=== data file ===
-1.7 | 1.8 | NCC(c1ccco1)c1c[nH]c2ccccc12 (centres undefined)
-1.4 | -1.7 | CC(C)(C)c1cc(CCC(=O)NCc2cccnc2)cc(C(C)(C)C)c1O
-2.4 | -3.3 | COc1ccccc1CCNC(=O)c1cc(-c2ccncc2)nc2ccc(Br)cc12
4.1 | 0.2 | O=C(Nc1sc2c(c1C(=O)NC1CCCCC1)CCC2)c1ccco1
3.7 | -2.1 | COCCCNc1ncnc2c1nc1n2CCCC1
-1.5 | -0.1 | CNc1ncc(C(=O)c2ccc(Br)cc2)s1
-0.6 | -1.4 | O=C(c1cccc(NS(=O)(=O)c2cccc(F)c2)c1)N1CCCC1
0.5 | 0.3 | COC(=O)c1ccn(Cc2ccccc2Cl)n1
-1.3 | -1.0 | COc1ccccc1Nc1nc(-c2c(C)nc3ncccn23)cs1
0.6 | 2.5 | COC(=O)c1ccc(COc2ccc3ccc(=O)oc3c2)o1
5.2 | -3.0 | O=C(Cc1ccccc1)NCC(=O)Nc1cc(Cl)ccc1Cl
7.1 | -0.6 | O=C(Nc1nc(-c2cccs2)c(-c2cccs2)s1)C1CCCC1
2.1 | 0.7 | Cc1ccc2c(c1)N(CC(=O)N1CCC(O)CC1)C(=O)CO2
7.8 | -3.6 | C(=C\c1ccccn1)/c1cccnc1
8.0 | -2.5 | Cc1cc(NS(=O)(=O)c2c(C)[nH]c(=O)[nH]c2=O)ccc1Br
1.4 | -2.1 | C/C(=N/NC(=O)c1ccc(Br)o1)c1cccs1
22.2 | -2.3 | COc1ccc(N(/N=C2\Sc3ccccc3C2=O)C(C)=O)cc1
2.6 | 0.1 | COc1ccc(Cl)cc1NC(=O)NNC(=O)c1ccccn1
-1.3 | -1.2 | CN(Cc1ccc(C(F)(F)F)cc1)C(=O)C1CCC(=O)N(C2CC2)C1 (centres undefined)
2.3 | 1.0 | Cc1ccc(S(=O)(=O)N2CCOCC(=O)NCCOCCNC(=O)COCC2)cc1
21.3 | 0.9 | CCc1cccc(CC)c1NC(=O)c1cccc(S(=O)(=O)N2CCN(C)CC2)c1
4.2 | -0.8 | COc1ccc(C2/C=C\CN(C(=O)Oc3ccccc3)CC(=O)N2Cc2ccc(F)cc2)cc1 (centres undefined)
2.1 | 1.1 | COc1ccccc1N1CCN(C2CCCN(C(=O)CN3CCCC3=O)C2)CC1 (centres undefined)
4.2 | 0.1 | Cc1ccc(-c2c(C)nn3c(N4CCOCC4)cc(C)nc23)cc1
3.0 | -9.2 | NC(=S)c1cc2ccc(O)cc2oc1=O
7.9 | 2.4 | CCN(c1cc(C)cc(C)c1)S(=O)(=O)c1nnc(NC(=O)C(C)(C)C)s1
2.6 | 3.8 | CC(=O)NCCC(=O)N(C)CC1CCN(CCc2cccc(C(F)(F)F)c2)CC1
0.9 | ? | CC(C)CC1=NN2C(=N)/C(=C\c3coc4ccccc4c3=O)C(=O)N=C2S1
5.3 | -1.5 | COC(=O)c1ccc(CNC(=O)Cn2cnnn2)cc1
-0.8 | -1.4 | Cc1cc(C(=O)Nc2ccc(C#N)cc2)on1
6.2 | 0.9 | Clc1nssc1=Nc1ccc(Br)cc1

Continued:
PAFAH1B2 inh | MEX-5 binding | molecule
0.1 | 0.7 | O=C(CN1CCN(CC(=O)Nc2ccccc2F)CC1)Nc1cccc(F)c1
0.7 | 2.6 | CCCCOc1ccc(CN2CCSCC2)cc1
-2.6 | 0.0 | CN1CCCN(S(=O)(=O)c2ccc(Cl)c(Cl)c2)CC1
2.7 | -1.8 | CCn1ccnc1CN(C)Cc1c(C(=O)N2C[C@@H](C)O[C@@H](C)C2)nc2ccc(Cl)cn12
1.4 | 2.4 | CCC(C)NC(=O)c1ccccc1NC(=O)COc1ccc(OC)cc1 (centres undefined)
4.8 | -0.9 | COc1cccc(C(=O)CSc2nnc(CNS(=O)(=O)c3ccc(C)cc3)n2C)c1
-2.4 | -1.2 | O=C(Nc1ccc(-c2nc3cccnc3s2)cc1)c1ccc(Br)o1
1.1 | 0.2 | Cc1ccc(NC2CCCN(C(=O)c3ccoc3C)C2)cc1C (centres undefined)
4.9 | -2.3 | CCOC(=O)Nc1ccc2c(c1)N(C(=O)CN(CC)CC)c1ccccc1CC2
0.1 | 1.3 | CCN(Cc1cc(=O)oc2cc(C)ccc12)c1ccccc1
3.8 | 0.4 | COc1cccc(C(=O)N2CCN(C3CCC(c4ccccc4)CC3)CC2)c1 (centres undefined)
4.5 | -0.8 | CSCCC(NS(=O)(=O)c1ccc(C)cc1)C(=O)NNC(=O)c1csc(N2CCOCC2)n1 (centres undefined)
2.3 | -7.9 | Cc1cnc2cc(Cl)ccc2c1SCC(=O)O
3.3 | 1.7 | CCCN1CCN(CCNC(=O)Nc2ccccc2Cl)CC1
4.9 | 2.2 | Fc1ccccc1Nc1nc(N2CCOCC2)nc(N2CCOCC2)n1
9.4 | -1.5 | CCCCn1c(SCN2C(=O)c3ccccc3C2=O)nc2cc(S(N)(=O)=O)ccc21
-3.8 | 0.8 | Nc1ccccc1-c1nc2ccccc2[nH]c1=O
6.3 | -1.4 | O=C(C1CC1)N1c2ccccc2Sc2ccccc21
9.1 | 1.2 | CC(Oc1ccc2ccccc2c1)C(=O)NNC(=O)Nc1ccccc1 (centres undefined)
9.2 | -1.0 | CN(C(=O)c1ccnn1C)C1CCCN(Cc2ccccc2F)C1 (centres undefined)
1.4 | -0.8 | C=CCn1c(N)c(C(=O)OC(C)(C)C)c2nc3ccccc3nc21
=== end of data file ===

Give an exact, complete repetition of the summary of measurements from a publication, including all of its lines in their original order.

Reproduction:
-1.7 | 1.8 | NCC(c1ccco1)c1c[nH]c2ccccc12 (centres undefined)
-1.4 | -1.7 | CC(C)(C)c1cc(CCC(=O)NCc2cccnc2)cc(C(C)(C)C)c1O
-2.4 | -3.3 | COc1ccccc1CCNC(=O)c1cc(-c2ccncc2)nc2ccc(Br)cc12
4.1 | 0.2 | O=C(Nc1sc2c(c1C(=O)NC1CCCCC1)CCC2)c1ccco1
3.7 | -2.1 | COCCCNc1ncnc2c1nc1n2CCCC1
-1.5 | -0.1 | CNc1ncc(C(=O)c2ccc(Br)cc2)s1
-0.6 | -1.4 | O=C(c1cccc(NS(=O)(=O)c2cccc(F)c2)c1)N1CCCC1
0.5 | 0.3 | COC(=O)c1ccn(Cc2ccccc2Cl)n1
-1.3 | -1.0 | COc1ccccc1Nc1nc(-c2c(C)nc3ncccn23)cs1
0.6 | 2.5 | COC(=O)c1ccc(COc2ccc3ccc(=O)oc3c2)o1
5.2 | -3.0 | O=C(Cc1ccccc1)NCC(=O)Nc1cc(Cl)ccc1Cl
7.1 | -0.6 | O=C(Nc1nc(-c2cccs2)c(-c2cccs2)s1)C1CCCC1
2.1 | 0.7 | Cc1ccc2c(c1)N(CC(=O)N1CCC(O)CC1)C(=O)CO2
7.8 | -3.6 | C(=C\c1ccccn1)/c1cccnc1
8.0 | -2.5 | Cc1cc(NS(=O)(=O)c2c(C)[nH]c(=O)[nH]c2=O)ccc1Br
1.4 | -2.1 | C/C(=N/NC(=O)c1ccc(Br)o1)c1cccs1
22.2 | -2.3 | COc1ccc(N(/N=C2\Sc3ccccc3C2=O)C(C)=O)cc1
2.6 | 0.1 | COc1ccc(Cl)cc1NC(=O)NNC(=O)c1ccccn1
-1.3 | -1.2 | CN(Cc1ccc(C(F)(F)F)cc1)C(=O)C1CCC(=O)N(C2CC2)C1 (centres undefined)
2.3 | 1.0 | Cc1ccc(S(=O)(=O)N2CCOCC(=O)NCCOCCNC(=O)COCC2)cc1
21.3 | 0.9 | CCc1cccc(CC)c1NC(=O)c1cccc(S(=O)(=O)N2CCN(C)CC2)c1
4.2 | -0.8 | COc1ccc(C2/C=C\CN(C(=O)Oc3ccccc3)CC(=O)N2Cc2ccc(F)cc2)cc1 (centres undefined)
2.1 | 1.1 | COc1ccccc1N1CCN(C2CCCN(C(=O)CN3CCCC3=O)C2)CC1 (centres undefined)
4.2 | 0.1 | Cc1ccc(-c2c(C)nn3c(N4CCOCC4)cc(C)nc23)cc1
3.0 | -9.2 | NC(=S)c1cc2ccc(O)cc2oc1=O
7.9 | 2.4 | CCN(c1cc(C)cc(C)c1)S(=O)(=O)c1nnc(NC(=O)C(C)(C)C)s1
2.6 | 3.8 | CC(=O)NCCC(=O)N(C)CC1CCN(CCc2cccc(C(F)(F)F)c2)CC1
0.9 | ? | CC(C)CC1=NN2C(=N)/C(=C\c3coc4ccccc4c3=O)C(=O)N=C2S1
5.3 | -1.5 | COC(=O)c1ccc(CNC(=O)Cn2cnnn2)cc1
-0.8 | -1.4 | Cc1cc(C(=O)Nc2ccc(C#N)cc2)on1
6.2 | 0.9 | Clc1nssc1=Nc1ccc(Br)cc1

Continued:
PAFAH1B2 inh | MEX-5 binding | molecule
0.1 | 0.7 | O=C(CN1CCN(CC(=O)Nc2ccccc2F)CC1)Nc1cccc(F)c1
0.7 | 2.6 | CCCCOc1ccc(CN2CCSCC2)cc1
-2.6 | 0.0 | CN1CCCN(S(=O)(=O)c2ccc(Cl)c(Cl)c2)CC1
2.7 | -1.8 | CCn1ccnc1CN(C)Cc1c(C(=O)N2C[C@@H](C)O[C@@H](C)C2)nc2ccc(Cl)cn12
1.4 | 2.4 | CCC(C)NC(=O)c1ccccc1NC(=O)COc1ccc(OC)cc1 (centres undefined)
4.8 | -0.9 | COc1cccc(C(=O)CSc2nnc(CNS(=O)(=O)c3ccc(C)cc3)n2C)c1
-2.4 | -1.2 | O=C(Nc1ccc(-c2nc3cccnc3s2)cc1)c1ccc(Br)o1
1.1 | 0.2 | Cc1ccc(NC2CCCN(C(=O)c3ccoc3C)C2)cc1C (centres undefined)
4.9 | -2.3 | CCOC(=O)Nc1ccc2c(c1)N(C(=O)CN(CC)CC)c1ccccc1CC2
0.1 | 1.3 | CCN(Cc1cc(=O)oc2cc(C)ccc12)c1ccccc1
3.8 | 0.4 | COc1cccc(C(=O)N2CCN(C3CCC(c4ccccc4)CC3)CC2)c1 (centres undefined)
4.5 | -0.8 | CSCCC(NS(=O)(=O)c1ccc(C)cc1)C(=O)NNC(=O)c1csc(N2CCOCC2)n1 (centres undefined)
2.3 | -7.9 | Cc1cnc2cc(Cl)ccc2c1SCC(=O)O
3.3 | 1.7 | CCCN1CCN(CCNC(=O)Nc2ccccc2Cl)CC1
4.9 | 2.2 | Fc1ccccc1Nc1nc(N2CCOCC2)nc(N2CCOCC2)n1
9.4 | -1.5 | CCCCn1c(SCN2C(=O)c3ccccc3C2=O)nc2cc(S(N)(=O)=O)ccc21
-3.8 | 0.8 | Nc1ccccc1-c1nc2ccccc2[nH]c1=O
6.3 | -1.4 | O=C(C1CC1)N1c2ccccc2Sc2ccccc21
9.1 | 1.2 | CC(Oc1ccc2ccccc2c1)C(=O)NNC(=O)Nc1ccccc1 (centres undefined)
9.2 | -1.0 | CN(C(=O)c1ccnn1C)C1CCCN(Cc2ccccc2F)C1 (centres undefined)
1.4 | -0.8 | C=CCn1c(N)c(C(=O)OC(C)(C)C)c2nc3ccccc3nc21